The KRC Uganda Human Rights Clinic.
By Muhirwa Deus Alituha, LLB (Hons) UCU ,Legal and Human Rights Volunteer
KRC Uganda Human Rights Clinic. email@example.com
The KRC Human Rights clinic was established to defend and promote the rights of the vulnerable and marginalized persons through offering legal knowledge and awareness, conducting mediations and counselling persons whose rights have been violated.
The principle of access to justice is enshrined in a number of international and regional instruments (which Uganda is party to) that seek to guarantee it as an inalienable right to Ugandans. The Ugandan Government has also introduced policy and domestic legislation that seeks to regulate and or promote access to justice for various groups or individuals. The legal and policy framework notwithstanding, a large section of the population remains vulnerable and marginalised and such groups of people struggle or fail to access justice.
In conformity with Human Rights standards set in international and domestic legal instruments, justice is the amount of fairness that people experience and perceive when they take steps to solve disputes and grievances.
Who then are the Poor, Vulnerable and Marginalized?
There are numerous groups and categories who can be considered as poor, vulnerable and marginalized. They include people with neglected and often misunderstood diseases (including the mentally ill, persons living with HIV/ AIDS and other such diseases in Uganda).
They also include Persons with Disabilities, the elderly, lonely and isolated, children, women especially those who have disabilities, refugees, employees and casual laborers, widows and widowers, orphans and abandoned children, the youth who are jobless, the internally displaced, refugees and those living in areas prone to natural disasters such as earthquakes and landslides. These circumstances also deprive people adequate means to descent livelihoods in all measure.
In the quest to enhance access to Justice in Uganda, the Equal Opportunities Commission was established. Its mandate extends to groups marginalized on the basis of sex, race, colour, ethnic origin, tribe, creed, religion, social or economic standing, political opinion, disability, gender, age or any other reason created by history, tradition or custom.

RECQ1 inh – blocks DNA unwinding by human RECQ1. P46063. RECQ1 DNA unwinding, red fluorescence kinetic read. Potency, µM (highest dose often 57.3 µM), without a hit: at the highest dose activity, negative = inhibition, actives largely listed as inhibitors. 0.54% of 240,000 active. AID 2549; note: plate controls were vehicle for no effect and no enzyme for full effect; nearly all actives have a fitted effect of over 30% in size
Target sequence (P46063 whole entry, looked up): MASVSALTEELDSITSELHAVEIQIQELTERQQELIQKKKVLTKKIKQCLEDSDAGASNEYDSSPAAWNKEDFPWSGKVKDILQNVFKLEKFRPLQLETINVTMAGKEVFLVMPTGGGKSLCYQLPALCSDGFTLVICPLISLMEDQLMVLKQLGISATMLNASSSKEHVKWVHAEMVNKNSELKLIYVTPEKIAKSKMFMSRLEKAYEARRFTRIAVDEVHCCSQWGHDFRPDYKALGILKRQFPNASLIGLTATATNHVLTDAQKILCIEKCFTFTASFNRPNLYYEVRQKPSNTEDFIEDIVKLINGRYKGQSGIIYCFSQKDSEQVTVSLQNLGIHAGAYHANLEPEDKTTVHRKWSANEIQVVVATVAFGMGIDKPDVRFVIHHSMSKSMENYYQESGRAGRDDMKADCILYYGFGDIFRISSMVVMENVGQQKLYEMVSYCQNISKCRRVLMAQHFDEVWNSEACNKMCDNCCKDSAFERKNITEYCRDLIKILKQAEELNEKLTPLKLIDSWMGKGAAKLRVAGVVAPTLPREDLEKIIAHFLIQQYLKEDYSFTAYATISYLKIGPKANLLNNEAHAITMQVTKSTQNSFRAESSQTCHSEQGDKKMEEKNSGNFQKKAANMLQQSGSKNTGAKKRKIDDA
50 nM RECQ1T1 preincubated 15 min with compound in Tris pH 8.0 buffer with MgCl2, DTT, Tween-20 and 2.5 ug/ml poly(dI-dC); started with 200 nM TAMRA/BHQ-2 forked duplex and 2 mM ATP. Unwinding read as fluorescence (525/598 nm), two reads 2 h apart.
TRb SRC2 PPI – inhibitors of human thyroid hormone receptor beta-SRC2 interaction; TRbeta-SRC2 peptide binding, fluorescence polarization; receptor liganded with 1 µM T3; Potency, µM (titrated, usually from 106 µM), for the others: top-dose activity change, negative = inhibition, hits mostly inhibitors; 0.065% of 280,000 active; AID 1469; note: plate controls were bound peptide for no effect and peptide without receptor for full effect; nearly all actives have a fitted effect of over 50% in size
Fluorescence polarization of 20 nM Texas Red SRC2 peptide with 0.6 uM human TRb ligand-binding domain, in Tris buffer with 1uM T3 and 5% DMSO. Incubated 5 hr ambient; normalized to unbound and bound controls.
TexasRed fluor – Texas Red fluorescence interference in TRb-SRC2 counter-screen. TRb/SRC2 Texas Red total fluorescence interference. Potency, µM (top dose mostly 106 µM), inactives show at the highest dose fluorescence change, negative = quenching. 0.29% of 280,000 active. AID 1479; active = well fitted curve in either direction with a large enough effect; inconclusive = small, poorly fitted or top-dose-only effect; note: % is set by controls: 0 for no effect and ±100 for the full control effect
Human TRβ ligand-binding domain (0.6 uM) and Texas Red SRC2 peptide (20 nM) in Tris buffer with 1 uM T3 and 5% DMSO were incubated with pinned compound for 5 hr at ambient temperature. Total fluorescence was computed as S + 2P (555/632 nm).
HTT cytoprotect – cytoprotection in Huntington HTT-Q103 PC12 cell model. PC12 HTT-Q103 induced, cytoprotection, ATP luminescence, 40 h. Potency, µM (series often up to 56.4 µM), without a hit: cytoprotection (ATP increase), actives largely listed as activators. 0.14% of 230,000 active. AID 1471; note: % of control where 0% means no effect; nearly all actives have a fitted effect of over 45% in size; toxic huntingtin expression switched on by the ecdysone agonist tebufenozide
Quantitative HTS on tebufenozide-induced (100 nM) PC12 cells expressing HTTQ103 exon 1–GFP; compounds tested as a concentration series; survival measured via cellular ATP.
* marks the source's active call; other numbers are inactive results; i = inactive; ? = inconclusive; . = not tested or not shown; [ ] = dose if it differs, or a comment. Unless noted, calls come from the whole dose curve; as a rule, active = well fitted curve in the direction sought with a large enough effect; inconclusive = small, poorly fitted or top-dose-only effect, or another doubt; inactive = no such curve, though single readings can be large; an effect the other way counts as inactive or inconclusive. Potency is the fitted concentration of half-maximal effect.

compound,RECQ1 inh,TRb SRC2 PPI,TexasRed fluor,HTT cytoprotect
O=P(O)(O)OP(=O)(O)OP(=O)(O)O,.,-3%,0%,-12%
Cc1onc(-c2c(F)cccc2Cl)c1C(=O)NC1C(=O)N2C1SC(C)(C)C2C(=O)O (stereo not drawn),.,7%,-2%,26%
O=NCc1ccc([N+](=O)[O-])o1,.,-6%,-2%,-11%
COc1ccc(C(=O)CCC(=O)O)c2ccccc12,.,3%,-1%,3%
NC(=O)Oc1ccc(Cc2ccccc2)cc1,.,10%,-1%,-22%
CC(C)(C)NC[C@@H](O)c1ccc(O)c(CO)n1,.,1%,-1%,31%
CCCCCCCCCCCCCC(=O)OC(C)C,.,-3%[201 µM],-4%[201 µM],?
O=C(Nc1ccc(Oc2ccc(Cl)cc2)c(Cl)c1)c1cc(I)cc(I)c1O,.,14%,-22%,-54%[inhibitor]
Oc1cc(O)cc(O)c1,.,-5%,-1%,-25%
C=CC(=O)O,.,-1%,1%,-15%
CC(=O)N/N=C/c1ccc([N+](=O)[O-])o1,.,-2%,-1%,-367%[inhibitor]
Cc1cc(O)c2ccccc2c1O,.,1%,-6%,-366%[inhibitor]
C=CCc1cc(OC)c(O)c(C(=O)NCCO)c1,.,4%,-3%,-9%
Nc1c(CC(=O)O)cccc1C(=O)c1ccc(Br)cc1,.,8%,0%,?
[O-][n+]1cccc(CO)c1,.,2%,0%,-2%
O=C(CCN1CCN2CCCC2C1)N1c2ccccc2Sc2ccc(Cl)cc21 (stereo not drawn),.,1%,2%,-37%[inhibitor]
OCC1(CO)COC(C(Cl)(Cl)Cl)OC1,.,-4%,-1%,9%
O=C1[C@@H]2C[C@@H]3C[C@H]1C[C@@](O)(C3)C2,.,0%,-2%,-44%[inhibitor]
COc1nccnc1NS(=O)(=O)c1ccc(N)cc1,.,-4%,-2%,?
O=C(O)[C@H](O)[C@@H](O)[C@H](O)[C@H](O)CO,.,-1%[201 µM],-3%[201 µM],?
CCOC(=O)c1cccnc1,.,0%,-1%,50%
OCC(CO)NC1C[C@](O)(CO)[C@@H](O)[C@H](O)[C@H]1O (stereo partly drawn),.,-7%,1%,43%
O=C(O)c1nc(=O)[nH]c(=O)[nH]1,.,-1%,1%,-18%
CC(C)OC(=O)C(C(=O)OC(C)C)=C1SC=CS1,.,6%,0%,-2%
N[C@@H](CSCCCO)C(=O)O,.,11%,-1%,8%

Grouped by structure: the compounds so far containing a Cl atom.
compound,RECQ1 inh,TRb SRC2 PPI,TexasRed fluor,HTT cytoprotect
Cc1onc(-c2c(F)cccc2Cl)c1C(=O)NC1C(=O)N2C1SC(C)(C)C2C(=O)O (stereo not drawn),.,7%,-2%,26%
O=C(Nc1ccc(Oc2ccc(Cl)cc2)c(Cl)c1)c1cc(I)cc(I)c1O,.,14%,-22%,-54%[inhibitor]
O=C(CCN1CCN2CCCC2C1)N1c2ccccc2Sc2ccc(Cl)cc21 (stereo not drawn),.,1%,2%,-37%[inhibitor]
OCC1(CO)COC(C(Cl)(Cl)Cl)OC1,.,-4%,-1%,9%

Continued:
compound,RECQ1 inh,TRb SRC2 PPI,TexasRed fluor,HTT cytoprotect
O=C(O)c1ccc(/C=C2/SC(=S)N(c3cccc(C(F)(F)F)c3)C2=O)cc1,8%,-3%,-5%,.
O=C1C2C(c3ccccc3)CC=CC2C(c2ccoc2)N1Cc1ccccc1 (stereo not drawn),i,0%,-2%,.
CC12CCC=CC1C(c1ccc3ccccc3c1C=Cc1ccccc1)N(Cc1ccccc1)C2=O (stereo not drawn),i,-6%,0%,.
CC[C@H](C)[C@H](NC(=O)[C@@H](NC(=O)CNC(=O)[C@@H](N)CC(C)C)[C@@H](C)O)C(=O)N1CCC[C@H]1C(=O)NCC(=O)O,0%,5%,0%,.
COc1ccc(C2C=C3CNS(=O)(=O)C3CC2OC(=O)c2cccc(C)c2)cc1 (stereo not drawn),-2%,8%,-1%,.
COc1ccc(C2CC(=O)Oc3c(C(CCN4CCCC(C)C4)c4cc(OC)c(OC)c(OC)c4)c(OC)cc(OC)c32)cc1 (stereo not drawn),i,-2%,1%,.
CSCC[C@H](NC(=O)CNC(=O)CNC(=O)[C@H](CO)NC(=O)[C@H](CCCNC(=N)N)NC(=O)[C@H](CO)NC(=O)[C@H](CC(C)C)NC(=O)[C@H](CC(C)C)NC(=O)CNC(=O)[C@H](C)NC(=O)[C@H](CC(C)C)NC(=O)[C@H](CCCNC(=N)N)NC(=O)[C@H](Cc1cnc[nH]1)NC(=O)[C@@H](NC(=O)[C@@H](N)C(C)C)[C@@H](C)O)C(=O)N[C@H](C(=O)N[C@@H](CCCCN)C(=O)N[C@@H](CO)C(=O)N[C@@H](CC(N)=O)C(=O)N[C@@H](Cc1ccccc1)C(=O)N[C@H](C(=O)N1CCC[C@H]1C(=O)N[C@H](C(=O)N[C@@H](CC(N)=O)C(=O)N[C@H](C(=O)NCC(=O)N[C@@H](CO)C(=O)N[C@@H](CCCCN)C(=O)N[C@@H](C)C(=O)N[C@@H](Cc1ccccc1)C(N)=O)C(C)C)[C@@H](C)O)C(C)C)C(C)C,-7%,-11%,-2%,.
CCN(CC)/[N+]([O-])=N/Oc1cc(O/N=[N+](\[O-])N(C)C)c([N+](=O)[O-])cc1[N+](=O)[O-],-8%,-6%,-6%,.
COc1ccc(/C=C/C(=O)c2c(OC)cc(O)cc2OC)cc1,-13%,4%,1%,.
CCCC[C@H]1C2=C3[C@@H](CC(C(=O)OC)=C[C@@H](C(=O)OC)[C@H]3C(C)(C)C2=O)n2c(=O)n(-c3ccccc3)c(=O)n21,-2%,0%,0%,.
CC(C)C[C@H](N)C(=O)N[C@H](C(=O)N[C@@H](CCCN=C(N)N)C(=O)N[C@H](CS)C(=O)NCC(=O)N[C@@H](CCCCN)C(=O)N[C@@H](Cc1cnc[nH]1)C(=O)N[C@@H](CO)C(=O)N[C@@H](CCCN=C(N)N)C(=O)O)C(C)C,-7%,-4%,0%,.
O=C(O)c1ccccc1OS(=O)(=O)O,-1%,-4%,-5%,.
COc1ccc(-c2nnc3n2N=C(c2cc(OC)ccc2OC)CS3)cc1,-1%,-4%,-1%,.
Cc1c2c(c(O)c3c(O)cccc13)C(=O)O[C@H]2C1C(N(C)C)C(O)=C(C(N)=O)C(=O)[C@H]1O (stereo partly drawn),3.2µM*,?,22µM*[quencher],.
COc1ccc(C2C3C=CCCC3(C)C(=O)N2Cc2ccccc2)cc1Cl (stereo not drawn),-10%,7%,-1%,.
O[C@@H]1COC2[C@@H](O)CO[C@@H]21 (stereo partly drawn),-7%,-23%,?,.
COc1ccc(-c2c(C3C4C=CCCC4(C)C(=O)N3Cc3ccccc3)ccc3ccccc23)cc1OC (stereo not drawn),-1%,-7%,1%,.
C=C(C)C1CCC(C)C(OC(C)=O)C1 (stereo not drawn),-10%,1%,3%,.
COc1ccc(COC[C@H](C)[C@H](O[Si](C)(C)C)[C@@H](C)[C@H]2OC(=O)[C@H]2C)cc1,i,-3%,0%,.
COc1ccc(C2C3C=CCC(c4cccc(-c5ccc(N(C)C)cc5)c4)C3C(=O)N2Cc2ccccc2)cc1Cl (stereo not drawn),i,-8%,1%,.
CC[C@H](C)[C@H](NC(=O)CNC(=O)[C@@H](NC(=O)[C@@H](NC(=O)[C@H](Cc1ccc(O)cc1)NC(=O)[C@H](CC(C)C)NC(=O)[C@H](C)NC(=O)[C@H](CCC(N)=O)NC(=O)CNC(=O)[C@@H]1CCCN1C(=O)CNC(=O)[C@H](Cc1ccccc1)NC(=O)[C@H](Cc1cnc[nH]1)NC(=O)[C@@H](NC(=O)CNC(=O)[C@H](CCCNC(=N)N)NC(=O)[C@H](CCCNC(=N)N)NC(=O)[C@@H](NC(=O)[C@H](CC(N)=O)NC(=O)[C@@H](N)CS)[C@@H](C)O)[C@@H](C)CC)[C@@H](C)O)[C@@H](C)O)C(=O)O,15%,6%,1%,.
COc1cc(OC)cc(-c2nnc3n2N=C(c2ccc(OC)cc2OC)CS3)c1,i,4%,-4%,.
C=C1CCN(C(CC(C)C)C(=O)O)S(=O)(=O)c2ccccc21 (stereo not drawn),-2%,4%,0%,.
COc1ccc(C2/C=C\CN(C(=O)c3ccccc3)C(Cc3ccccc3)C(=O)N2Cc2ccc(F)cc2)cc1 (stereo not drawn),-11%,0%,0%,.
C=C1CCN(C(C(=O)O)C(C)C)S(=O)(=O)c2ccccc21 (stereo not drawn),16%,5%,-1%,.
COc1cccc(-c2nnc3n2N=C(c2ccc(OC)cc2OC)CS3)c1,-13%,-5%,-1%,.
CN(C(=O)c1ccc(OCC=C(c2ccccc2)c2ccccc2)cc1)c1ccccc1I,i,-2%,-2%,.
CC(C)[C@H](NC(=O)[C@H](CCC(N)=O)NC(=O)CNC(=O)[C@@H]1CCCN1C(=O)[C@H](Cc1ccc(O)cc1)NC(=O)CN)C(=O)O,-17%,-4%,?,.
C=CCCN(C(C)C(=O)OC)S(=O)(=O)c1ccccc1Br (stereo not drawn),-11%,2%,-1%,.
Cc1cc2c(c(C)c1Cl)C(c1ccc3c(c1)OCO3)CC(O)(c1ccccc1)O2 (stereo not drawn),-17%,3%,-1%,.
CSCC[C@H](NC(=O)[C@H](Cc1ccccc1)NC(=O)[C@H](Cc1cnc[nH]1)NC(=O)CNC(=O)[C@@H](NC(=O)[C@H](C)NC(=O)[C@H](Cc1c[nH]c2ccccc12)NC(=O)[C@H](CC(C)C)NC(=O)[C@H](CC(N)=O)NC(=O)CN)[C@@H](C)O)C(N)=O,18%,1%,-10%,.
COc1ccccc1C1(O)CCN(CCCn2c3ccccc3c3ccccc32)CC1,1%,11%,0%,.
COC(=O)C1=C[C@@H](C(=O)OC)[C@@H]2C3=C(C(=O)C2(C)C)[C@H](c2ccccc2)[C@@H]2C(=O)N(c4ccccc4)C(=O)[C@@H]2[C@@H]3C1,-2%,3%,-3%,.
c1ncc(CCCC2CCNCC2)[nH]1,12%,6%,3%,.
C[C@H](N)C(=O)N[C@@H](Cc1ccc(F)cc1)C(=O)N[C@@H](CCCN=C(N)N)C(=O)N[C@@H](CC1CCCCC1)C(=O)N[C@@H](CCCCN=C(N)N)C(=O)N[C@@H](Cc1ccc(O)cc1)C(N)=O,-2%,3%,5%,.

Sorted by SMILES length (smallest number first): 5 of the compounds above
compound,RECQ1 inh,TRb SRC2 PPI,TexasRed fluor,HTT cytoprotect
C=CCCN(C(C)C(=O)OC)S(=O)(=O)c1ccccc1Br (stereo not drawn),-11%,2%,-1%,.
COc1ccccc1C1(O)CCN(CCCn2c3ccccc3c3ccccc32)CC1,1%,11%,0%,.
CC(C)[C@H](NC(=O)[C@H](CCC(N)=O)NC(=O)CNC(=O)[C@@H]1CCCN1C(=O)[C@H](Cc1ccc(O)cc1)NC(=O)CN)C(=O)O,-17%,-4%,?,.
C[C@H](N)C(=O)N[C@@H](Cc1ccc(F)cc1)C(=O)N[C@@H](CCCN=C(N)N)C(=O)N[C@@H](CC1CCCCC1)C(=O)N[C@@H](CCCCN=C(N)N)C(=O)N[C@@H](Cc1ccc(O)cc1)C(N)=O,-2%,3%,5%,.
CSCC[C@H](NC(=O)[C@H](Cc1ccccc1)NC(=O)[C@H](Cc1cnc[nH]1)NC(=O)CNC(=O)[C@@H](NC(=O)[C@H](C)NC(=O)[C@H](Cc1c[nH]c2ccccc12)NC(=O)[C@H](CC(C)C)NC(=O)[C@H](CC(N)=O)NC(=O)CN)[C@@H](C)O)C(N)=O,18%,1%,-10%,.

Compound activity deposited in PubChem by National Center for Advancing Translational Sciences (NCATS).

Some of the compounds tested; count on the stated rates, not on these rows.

There are five main principles of social justice that are paramount to understanding and fostering of the Principle of Access to Justice, these are accessibility, equality, participation of the public, diversity, and human rights.
Access to justice is an essential ingredient of the rule of law. People need to be able to access the courts and legal processes or the law cannot enforce people’s rights and responsibilities.
The challenges barring access to justice in Uganda include;
- Physical accessibility to legal or justice delivery agencies.
Accessing justice requires one to engage with the officials and institutions under the various justice/ legal systems. The poor, marginalized and vulnerable in most cases have to travel very long distances to reach and access the nearest justice institution such as the police and courts of law.
- Lack of confidence in the Justice system.
A common barrier to access to justice for the poor and vulnerable is lack of confidence in the justice delivery system as impartial and transparent. Individuals or groups who have been subjected to abuse, bias or discrimination are likely to be fearful of power structures and dynamics and suspicious of government agencies.
- The complexities of the Justice system.
The working language and technicalities involved in justice systems may prove a barrier to access to justice for the poor, who in many cases have no or little education.
- Ignorance of the Law and the structures or modes of conflict resolution.
Often the public is ignorant about the various laws and thus require a wide range of sensitization on the legal policies and the various structure In place to resolve i.e. Local council courts and or leaders, traditional leaders among others.
- The Cost of Justice.
The low levels of literacy, education and knowledge among the poor and vulnerable reduce fiscal capacity to enforce rights hence inaccessibility to justice.
What is KRC Uganda- human rights clinic doing?
The Human Rights Clinic offers legal knowledge and awareness, conducting mediations and counselling persons whose rights have been violated.